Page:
What’s behind these massive structural shifts in employment? Obviously, one factor has to be the exponential advances in technology.
Another could be attributed to the increased availability and ease of accessing media. Media has long been used to convince people to dress and act a certain way, but it has only been in the last 50 years or so that its presence in our lives reached endemic levels. And none of that media today makes a virtue out of long hours toiling under the hot sun, or fixing widgets to gadgets on production lines.
Another reason for the shift away from hands-on work has been the steady encroachment of government into the workplace. All with the best of intentions, naturally – but each new rule, regulation, tax, reporting requirement, workplace safety inspection, and wage mandate makes the hiring of employees something to be avoided at all costs.
I’m reminded of my visit to a huge zinc mine in Sweden, a country that is even further ahead in its workplace mothering. In Sweden, hiring a new employee is almost on a par with proposing marriage – a lifetime commitment, ’til death do you part.
In my young and foolish days I spent six months working in a mine in the United States – and it was a big, messy, crowded place, with large elevators full of dozens of dirty miners being lowered into the depths of the earth to do a very dirty and dangerous job.
Not so the mine in Sweden. Even though it was a regular work day, there were almost no employees in evidence, even in the huge milling facility – a place the size of a decent-sized sports stadium, complete with gigantic machines noisily crushing and grinding rocks. In all the time we spent in the mill, we saw only one employee – a young 30-something who briefly appeared to check a computer screen before disappearing from whence she came. This, too, is the future for American manufacturing.
In contrast to the West, where avoiding employees is Job #1, China’s problem is exactly the reverse – they desperately need jobs for the masses. At this point in time, that means the manufacturing jobs that we in the West no longer want or can perform profitably.
Unfortunately, thanks to a brisk and accelerating inflation in China, Chinese labor costs are on the rise – up over 20% in Beijing his year alone. That makes it increasingly difficult to remain competitive. Quoting a recent report out of Nomura securities:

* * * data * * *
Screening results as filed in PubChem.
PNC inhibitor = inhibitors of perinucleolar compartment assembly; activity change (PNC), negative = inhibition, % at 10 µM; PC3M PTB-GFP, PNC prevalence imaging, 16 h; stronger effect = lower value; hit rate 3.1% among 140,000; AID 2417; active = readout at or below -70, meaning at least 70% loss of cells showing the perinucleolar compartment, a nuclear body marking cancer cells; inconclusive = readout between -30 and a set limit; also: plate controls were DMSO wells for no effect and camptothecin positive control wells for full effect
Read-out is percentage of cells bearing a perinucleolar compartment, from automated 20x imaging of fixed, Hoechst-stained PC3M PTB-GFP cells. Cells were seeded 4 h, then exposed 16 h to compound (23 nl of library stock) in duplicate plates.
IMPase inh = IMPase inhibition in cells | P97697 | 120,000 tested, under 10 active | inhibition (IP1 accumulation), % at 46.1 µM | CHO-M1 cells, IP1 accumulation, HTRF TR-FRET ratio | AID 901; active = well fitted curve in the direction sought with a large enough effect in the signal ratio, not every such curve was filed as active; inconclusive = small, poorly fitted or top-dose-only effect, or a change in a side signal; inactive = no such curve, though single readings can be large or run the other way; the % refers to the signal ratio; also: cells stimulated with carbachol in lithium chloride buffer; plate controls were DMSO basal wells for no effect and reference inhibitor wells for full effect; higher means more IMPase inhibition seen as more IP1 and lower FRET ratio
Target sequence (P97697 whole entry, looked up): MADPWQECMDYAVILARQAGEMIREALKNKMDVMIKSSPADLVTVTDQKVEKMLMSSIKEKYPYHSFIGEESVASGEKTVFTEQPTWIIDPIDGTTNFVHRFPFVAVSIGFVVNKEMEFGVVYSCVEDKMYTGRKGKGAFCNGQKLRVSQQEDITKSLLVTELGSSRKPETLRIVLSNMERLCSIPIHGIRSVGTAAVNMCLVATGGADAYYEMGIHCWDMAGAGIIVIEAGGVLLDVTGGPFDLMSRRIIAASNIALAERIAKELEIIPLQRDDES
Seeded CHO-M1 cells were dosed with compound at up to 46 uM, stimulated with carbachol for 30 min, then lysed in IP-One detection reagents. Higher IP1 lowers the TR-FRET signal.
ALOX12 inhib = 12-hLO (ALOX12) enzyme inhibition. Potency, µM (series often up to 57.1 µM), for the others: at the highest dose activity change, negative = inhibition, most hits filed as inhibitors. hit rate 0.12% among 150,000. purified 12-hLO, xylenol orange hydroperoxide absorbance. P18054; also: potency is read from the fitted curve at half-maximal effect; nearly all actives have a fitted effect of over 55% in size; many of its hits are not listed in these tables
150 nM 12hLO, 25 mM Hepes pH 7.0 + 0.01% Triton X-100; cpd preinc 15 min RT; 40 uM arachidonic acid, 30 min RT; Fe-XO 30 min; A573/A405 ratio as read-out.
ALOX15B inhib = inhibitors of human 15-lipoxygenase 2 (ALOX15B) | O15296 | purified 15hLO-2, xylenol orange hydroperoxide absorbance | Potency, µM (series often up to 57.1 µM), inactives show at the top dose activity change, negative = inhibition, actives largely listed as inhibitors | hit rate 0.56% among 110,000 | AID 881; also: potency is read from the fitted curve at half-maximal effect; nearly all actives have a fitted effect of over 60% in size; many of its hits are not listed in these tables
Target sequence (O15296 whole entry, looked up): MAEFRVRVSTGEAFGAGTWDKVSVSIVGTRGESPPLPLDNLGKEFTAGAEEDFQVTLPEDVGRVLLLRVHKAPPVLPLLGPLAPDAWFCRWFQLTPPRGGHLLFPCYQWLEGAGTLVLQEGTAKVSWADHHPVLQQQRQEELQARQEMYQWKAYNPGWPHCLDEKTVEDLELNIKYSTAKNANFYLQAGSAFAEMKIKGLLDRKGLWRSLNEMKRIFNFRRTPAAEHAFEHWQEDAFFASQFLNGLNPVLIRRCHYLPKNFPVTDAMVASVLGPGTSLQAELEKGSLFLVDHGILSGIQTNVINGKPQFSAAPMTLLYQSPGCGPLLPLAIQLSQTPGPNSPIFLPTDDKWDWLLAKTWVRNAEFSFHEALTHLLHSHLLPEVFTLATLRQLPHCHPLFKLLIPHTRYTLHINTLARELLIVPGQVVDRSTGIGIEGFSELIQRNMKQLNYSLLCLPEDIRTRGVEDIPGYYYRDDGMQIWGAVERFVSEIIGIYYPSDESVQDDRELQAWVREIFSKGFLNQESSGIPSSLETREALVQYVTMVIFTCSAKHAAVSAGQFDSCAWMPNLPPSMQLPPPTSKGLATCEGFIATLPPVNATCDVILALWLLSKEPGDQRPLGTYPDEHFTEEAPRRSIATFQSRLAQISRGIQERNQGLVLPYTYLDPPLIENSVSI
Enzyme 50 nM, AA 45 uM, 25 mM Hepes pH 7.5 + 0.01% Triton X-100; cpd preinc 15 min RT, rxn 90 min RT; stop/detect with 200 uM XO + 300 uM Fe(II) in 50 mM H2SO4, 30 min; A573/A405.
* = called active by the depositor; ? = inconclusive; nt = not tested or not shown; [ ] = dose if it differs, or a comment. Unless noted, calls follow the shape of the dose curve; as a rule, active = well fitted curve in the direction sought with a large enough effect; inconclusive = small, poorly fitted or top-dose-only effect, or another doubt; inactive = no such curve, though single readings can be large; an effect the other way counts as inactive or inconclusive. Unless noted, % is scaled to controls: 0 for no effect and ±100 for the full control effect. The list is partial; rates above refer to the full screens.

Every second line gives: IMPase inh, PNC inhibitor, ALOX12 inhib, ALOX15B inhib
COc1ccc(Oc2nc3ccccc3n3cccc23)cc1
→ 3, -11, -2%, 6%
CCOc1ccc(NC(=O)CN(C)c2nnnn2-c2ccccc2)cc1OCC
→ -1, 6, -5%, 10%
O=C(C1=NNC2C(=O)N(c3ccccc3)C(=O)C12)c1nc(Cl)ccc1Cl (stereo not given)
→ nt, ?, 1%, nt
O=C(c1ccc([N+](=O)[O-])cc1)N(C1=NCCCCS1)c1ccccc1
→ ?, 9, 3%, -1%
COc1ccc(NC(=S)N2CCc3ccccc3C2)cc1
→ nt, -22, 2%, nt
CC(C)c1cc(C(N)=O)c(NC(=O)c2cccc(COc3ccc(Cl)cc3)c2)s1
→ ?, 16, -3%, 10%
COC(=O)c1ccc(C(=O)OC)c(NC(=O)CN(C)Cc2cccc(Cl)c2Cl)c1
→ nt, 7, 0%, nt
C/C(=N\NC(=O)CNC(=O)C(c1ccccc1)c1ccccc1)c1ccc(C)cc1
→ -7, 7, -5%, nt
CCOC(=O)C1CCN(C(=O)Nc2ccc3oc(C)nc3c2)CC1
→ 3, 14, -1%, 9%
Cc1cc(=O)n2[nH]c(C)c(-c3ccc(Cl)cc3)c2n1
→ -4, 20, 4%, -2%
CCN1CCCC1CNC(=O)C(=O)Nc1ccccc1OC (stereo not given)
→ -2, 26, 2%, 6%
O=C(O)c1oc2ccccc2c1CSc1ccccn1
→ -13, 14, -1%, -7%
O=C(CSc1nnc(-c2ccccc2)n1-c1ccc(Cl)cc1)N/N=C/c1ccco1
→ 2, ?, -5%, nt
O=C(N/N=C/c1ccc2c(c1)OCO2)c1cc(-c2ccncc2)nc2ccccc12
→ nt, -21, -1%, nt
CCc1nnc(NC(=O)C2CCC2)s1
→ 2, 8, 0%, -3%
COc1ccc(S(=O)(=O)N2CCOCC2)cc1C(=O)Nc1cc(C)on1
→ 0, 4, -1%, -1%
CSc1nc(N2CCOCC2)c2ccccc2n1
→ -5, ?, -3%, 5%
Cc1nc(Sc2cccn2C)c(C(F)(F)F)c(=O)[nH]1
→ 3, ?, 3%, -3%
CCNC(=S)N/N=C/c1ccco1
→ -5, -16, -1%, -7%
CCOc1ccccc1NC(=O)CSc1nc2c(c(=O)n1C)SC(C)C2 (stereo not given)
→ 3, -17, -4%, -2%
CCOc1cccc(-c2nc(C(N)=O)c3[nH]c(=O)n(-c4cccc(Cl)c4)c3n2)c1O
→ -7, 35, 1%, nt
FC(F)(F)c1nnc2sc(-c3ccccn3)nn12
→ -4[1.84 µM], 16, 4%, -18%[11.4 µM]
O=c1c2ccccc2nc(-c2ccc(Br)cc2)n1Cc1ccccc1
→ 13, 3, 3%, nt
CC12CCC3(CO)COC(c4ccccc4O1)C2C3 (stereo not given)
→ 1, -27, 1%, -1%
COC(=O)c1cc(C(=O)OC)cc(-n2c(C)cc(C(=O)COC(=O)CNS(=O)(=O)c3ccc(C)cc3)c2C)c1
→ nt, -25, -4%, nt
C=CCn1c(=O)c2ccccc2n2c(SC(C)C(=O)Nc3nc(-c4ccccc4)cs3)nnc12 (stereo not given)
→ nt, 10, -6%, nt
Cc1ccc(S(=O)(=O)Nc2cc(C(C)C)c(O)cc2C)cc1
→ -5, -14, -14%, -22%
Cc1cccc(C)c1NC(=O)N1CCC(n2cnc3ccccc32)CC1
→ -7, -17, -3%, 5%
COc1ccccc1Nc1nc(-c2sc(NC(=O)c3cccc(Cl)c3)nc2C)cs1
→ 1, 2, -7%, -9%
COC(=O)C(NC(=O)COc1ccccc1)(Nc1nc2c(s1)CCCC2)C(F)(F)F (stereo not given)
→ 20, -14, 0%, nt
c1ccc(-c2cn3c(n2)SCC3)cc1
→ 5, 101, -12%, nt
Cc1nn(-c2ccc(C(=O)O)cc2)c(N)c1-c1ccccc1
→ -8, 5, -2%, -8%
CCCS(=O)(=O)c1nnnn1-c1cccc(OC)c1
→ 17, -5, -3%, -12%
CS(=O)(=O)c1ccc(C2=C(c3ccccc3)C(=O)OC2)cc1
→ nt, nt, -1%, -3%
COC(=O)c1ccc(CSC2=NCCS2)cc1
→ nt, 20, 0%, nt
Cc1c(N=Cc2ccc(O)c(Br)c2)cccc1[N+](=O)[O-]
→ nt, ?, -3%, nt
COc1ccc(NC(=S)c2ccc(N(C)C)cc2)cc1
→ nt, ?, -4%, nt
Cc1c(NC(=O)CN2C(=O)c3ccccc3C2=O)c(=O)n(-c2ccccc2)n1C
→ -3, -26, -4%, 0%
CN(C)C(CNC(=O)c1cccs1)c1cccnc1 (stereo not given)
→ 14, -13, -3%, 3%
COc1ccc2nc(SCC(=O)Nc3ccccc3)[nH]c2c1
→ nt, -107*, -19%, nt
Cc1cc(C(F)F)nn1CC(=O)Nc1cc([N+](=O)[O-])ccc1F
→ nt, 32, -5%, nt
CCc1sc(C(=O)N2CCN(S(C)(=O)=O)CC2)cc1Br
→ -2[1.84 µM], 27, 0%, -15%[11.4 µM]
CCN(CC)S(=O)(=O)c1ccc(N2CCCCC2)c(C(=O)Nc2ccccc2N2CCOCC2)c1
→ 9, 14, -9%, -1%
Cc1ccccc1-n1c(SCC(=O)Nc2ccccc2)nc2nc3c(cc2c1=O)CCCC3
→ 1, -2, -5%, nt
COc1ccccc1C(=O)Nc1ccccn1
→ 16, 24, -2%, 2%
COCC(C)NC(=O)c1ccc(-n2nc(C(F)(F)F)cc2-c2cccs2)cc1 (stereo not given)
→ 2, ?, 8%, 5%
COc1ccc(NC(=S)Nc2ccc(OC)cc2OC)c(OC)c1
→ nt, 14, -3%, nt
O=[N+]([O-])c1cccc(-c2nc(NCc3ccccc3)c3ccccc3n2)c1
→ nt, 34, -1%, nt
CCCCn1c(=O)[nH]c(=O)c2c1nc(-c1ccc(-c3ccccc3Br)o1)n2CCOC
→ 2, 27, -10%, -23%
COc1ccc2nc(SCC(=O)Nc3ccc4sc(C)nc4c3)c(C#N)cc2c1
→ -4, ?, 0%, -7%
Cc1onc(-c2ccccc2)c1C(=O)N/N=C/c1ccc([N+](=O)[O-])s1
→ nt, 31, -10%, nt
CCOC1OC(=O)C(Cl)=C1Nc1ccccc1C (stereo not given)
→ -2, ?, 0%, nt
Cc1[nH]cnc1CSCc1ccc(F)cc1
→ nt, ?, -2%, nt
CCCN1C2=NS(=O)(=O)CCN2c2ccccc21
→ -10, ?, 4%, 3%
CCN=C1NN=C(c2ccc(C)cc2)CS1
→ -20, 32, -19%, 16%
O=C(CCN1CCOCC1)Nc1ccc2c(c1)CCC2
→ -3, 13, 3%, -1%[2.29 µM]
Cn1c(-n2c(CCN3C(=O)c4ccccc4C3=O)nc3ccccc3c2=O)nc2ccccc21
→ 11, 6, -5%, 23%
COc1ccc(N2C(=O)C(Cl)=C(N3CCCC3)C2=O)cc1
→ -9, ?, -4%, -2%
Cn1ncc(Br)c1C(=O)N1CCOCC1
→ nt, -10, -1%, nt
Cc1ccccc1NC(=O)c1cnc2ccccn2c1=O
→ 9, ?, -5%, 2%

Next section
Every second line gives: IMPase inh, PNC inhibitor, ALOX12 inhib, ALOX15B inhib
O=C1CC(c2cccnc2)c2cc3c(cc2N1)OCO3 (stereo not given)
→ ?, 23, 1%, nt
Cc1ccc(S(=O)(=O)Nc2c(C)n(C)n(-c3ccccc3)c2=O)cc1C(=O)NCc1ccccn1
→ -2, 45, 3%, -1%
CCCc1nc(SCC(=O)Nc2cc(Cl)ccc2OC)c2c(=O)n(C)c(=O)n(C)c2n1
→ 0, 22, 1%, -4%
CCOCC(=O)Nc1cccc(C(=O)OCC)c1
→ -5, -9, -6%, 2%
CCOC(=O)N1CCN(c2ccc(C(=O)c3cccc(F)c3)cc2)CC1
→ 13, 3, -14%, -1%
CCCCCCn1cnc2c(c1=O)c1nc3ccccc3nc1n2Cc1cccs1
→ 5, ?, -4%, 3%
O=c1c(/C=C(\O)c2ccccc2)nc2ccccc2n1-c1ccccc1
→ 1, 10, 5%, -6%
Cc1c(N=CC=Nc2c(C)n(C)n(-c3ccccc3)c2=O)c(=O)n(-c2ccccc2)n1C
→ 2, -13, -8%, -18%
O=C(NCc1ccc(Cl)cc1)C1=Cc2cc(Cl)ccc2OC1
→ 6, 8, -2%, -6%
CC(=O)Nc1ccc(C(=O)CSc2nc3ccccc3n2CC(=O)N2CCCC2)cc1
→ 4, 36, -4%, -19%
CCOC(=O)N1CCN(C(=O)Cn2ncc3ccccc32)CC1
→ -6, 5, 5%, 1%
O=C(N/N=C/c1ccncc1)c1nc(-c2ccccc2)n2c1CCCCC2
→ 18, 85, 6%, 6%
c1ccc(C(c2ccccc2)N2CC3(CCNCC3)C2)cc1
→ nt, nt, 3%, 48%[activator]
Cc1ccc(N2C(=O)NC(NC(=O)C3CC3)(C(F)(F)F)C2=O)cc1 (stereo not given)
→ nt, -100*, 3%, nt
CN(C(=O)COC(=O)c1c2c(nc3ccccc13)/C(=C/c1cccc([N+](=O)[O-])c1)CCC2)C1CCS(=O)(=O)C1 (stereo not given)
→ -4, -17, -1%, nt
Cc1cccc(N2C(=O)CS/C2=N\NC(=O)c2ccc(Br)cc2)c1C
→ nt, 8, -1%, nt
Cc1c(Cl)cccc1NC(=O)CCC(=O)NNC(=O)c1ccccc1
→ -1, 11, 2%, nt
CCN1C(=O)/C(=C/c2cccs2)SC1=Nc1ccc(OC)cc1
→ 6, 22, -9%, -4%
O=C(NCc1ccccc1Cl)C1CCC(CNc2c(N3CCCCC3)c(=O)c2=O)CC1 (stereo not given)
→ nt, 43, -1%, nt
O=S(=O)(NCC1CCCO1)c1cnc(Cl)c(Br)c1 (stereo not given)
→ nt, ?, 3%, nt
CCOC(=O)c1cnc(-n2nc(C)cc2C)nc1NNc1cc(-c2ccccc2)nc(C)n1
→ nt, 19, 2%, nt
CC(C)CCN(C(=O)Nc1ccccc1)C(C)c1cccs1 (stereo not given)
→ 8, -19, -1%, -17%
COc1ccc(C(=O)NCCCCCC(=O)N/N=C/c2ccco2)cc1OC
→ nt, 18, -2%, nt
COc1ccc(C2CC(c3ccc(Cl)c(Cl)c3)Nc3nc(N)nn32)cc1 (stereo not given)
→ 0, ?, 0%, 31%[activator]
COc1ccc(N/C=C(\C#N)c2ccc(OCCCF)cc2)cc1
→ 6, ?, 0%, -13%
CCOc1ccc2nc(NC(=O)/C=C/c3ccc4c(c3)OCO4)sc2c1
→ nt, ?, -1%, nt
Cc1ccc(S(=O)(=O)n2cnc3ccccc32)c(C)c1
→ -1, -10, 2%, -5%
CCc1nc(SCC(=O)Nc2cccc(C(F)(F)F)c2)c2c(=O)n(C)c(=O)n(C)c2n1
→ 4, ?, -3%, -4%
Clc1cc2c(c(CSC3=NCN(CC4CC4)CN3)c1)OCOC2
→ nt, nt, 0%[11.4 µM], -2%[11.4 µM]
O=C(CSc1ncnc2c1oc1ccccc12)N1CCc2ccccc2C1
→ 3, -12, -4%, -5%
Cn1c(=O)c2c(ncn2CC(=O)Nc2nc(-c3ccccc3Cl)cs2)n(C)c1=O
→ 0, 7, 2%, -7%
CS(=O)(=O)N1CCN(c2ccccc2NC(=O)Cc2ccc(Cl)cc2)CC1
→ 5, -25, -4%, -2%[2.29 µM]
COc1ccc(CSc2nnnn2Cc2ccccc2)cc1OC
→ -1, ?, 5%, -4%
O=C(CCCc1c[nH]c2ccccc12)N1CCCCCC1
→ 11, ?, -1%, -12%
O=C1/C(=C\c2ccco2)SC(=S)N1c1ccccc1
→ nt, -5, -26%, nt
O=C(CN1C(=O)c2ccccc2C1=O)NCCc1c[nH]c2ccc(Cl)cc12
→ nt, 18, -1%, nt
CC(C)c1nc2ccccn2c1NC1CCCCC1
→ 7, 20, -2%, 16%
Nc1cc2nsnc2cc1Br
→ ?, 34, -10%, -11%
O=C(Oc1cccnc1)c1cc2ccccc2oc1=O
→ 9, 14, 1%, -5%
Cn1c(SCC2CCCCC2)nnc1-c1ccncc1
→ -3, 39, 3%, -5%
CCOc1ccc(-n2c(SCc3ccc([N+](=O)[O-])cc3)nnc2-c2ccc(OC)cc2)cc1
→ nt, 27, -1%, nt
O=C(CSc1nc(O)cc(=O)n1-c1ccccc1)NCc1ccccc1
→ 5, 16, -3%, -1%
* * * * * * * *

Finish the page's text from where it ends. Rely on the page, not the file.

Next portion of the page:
“For some labor-intensive manufacturers, China’s wage level is no longer attractive. The manufacturing factories will likely be moved to China’s inland provinces or to countries such as Vietnam, Thailand, and Indonesia where labor costs are much lower.”
This is, of course, quite threatening to the myth of China’s economic invincibility, if for no other reason than Chinese manufacturing margins are already noodle-thin at somewhere between 1% and 10%. Case in point: FoxConn, Apple’s “go-to” manufacturing company in China, works on a margin of just 2.5%. Not a lot of wiggle room.
Logically, in order to avoid a wholesale shutdown of its industry, or to require massive government subsidies on a long-term basis, China will have to adopt the same modern, labor-saving manufacturing tools that we in the U.S. are using so effectively. But, trapped between a rock and a hard place, implementing those efficiencies will cost jobs – causing the sort of civil unrest now catching fire in the Middle East.
All fine and well, and good riddance to the political heirs of the murderous Mao, I say. But, here’s the point – none of this tossing the bums out actually creates new jobs.
Not in China and not in the U.S. And while the sprouting flowers of freedom in the Middle East and elsewhere will bring forth more work than is now available, the global trend is solidly on the side of steady adoption of the latest and greatest manufacturing tools.
Conservative projections for the robot industry through 2035 are shown in the following snippet from the November 2010 edition of Casey’s Extraordinary Technology:
The global leader in robotics remains Japan, with America and Germany coming up close behind it. That country’s Ministry of Economy, Trade and Industry estimates that the global robotics market will expand about 10x over the next 25 years, and nearly 60% in just the next five…
Aarkstore Enterprise, a market research firm, estimates that by 2020 the total robotics market, by its definition, will expand to match the automotive industry in gross revenues.
(If you’re interested in diversifying into money-making trends in technology, Casey’s Extraordinary Technology has you covered. We’ve just put the finishing touches on an Investor Update titled, “3 Biotech Stocks to Own in 2011.” The first stock is profiled within the update, including the stock name and buy price, free and at no obligation. Simply click here to get the Investor Update now.)
Which brings us to an interesting paradox: The world need jobs, but the steady progress in technology is slashing the need for human workers to do what jobs remain… and is slashing that need at an almost exponential pace.
The International Federation of Robotics reported a 27% increase in robotic sales in 2010, despite – and probably in no small part because of – ongoing pressure on the global economy.
And who do you think is going to be doing the work of assembling the robots? Humans? Not hardly. Like the promised future of nanotechnology, but on a macro scale, it will be machines making machines that make machines.
Soon people won’t be shaking their fists at the Chinese for stealing our jobs, but at the machines. And the machines won’t take notice.
And then what? Does the government in all of its wisdom begin limiting the use of machines in the workplace? Or will the shift be back towards command economies, where companies are forced to hire and produce based on the dictates of some ruling council?
And that, dear reader, is that for this week. Until next week, thank you for reading and for subscribing to a Casey Research service!